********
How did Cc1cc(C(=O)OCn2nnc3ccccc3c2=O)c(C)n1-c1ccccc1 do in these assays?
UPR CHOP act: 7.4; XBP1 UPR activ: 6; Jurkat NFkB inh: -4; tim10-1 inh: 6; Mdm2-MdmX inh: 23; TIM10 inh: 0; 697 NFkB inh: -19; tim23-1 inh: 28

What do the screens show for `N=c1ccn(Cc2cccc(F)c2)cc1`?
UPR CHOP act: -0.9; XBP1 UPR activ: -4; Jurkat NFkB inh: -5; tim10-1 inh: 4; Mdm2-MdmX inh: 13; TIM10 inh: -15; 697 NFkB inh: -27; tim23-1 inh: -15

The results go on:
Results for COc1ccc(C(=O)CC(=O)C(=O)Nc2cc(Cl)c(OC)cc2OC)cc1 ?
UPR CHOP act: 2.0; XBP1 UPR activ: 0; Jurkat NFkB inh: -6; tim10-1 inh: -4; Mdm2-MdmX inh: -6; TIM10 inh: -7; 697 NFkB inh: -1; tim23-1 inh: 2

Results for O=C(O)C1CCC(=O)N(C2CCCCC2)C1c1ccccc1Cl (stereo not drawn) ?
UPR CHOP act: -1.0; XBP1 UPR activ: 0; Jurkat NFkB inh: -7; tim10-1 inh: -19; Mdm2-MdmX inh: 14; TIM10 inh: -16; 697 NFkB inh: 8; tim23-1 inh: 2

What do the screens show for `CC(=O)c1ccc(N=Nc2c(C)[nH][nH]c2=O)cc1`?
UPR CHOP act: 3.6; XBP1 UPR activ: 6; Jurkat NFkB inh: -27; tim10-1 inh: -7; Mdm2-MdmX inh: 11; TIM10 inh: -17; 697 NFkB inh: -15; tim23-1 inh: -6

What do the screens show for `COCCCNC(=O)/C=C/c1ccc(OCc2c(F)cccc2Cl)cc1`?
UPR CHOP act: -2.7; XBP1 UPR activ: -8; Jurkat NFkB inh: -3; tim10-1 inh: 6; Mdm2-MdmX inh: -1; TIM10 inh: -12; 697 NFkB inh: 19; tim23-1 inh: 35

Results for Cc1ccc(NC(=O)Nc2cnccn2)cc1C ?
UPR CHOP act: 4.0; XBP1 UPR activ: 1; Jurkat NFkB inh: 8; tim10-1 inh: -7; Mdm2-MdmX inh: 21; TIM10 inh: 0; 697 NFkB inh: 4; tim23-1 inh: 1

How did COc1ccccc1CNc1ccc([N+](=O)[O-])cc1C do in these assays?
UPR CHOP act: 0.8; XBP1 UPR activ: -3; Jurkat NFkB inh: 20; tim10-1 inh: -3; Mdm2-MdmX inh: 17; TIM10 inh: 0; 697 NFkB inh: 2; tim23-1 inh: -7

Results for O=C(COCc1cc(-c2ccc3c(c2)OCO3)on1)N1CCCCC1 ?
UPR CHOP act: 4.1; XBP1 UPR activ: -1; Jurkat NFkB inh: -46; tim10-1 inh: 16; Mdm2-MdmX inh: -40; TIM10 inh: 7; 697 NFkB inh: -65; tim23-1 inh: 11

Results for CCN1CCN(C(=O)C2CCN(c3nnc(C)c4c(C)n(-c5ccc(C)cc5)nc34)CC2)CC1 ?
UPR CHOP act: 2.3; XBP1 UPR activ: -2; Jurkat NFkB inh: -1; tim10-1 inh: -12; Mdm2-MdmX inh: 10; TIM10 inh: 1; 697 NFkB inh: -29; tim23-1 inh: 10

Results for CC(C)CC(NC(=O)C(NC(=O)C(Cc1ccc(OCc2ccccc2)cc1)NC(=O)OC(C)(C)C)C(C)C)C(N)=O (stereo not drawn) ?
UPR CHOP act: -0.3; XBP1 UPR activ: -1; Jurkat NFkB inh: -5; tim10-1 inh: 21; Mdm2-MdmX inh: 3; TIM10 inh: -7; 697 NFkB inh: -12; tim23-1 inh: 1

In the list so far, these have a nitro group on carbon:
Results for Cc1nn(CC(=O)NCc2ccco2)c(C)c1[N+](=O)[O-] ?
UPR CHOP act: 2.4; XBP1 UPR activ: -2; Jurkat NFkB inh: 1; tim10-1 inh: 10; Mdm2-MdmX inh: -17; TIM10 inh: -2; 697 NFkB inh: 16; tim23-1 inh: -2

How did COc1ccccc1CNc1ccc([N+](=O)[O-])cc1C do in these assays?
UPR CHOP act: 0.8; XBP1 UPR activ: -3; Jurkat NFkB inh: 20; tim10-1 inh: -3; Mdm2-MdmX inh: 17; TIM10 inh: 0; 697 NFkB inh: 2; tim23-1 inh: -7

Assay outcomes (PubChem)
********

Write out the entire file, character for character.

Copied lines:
How did Cc1cc(C(=O)OCn2nnc3ccccc3c2=O)c(C)n1-c1ccccc1 do in these assays?
UPR CHOP act: 7.4; XBP1 UPR activ: 6; Jurkat NFkB inh: -4; tim10-1 inh: 6; Mdm2-MdmX inh: 23; TIM10 inh: 0; 697 NFkB inh: -19; tim23-1 inh: 28

What do the screens show for `N=c1ccn(Cc2cccc(F)c2)cc1`?
UPR CHOP act: -0.9; XBP1 UPR activ: -4; Jurkat NFkB inh: -5; tim10-1 inh: 4; Mdm2-MdmX inh: 13; TIM10 inh: -15; 697 NFkB inh: -27; tim23-1 inh: -15

The results go on:
Results for COc1ccc(C(=O)CC(=O)C(=O)Nc2cc(Cl)c(OC)cc2OC)cc1 ?
UPR CHOP act: 2.0; XBP1 UPR activ: 0; Jurkat NFkB inh: -6; tim10-1 inh: -4; Mdm2-MdmX inh: -6; TIM10 inh: -7; 697 NFkB inh: -1; tim23-1 inh: 2

Results for O=C(O)C1CCC(=O)N(C2CCCCC2)C1c1ccccc1Cl (stereo not drawn) ?
UPR CHOP act: -1.0; XBP1 UPR activ: 0; Jurkat NFkB inh: -7; tim10-1 inh: -19; Mdm2-MdmX inh: 14; TIM10 inh: -16; 697 NFkB inh: 8; tim23-1 inh: 2

What do the screens show for `CC(=O)c1ccc(N=Nc2c(C)[nH][nH]c2=O)cc1`?
UPR CHOP act: 3.6; XBP1 UPR activ: 6; Jurkat NFkB inh: -27; tim10-1 inh: -7; Mdm2-MdmX inh: 11; TIM10 inh: -17; 697 NFkB inh: -15; tim23-1 inh: -6

What do the screens show for `COCCCNC(=O)/C=C/c1ccc(OCc2c(F)cccc2Cl)cc1`?
UPR CHOP act: -2.7; XBP1 UPR activ: -8; Jurkat NFkB inh: -3; tim10-1 inh: 6; Mdm2-MdmX inh: -1; TIM10 inh: -12; 697 NFkB inh: 19; tim23-1 inh: 35

Results for Cc1ccc(NC(=O)Nc2cnccn2)cc1C ?
UPR CHOP act: 4.0; XBP1 UPR activ: 1; Jurkat NFkB inh: 8; tim10-1 inh: -7; Mdm2-MdmX inh: 21; TIM10 inh: 0; 697 NFkB inh: 4; tim23-1 inh: 1

How did COc1ccccc1CNc1ccc([N+](=O)[O-])cc1C do in these assays?
UPR CHOP act: 0.8; XBP1 UPR activ: -3; Jurkat NFkB inh: 20; tim10-1 inh: -3; Mdm2-MdmX inh: 17; TIM10 inh: 0; 697 NFkB inh: 2; tim23-1 inh: -7

Results for O=C(COCc1cc(-c2ccc3c(c2)OCO3)on1)N1CCCCC1 ?
UPR CHOP act: 4.1; XBP1 UPR activ: -1; Jurkat NFkB inh: -46; tim10-1 inh: 16; Mdm2-MdmX inh: -40; TIM10 inh: 7; 697 NFkB inh: -65; tim23-1 inh: 11

Results for CCN1CCN(C(=O)C2CCN(c3nnc(C)c4c(C)n(-c5ccc(C)cc5)nc34)CC2)CC1 ?
UPR CHOP act: 2.3; XBP1 UPR activ: -2; Jurkat NFkB inh: -1; tim10-1 inh: -12; Mdm2-MdmX inh: 10; TIM10 inh: 1; 697 NFkB inh: -29; tim23-1 inh: 10

Results for CC(C)CC(NC(=O)C(NC(=O)C(Cc1ccc(OCc2ccccc2)cc1)NC(=O)OC(C)(C)C)C(C)C)C(N)=O (stereo not drawn) ?
UPR CHOP act: -0.3; XBP1 UPR activ: -1; Jurkat NFkB inh: -5; tim10-1 inh: 21; Mdm2-MdmX inh: 3; TIM10 inh: -7; 697 NFkB inh: -12; tim23-1 inh: 1

In the list so far, these have a nitro group on carbon:
Results for Cc1nn(CC(=O)NCc2ccco2)c(C)c1[N+](=O)[O-] ?
UPR CHOP act: 2.4; XBP1 UPR activ: -2; Jurkat NFkB inh: 1; tim10-1 inh: 10; Mdm2-MdmX inh: -17; TIM10 inh: -2; 697 NFkB inh: 16; tim23-1 inh: -2

How did COc1ccccc1CNc1ccc([N+](=O)[O-])cc1C do in these assays?
UPR CHOP act: 0.8; XBP1 UPR activ: -3; Jurkat NFkB inh: 20; tim10-1 inh: -3; Mdm2-MdmX inh: 17; TIM10 inh: 0; 697 NFkB inh: 2; tim23-1 inh: -7

Assay outcomes (PubChem)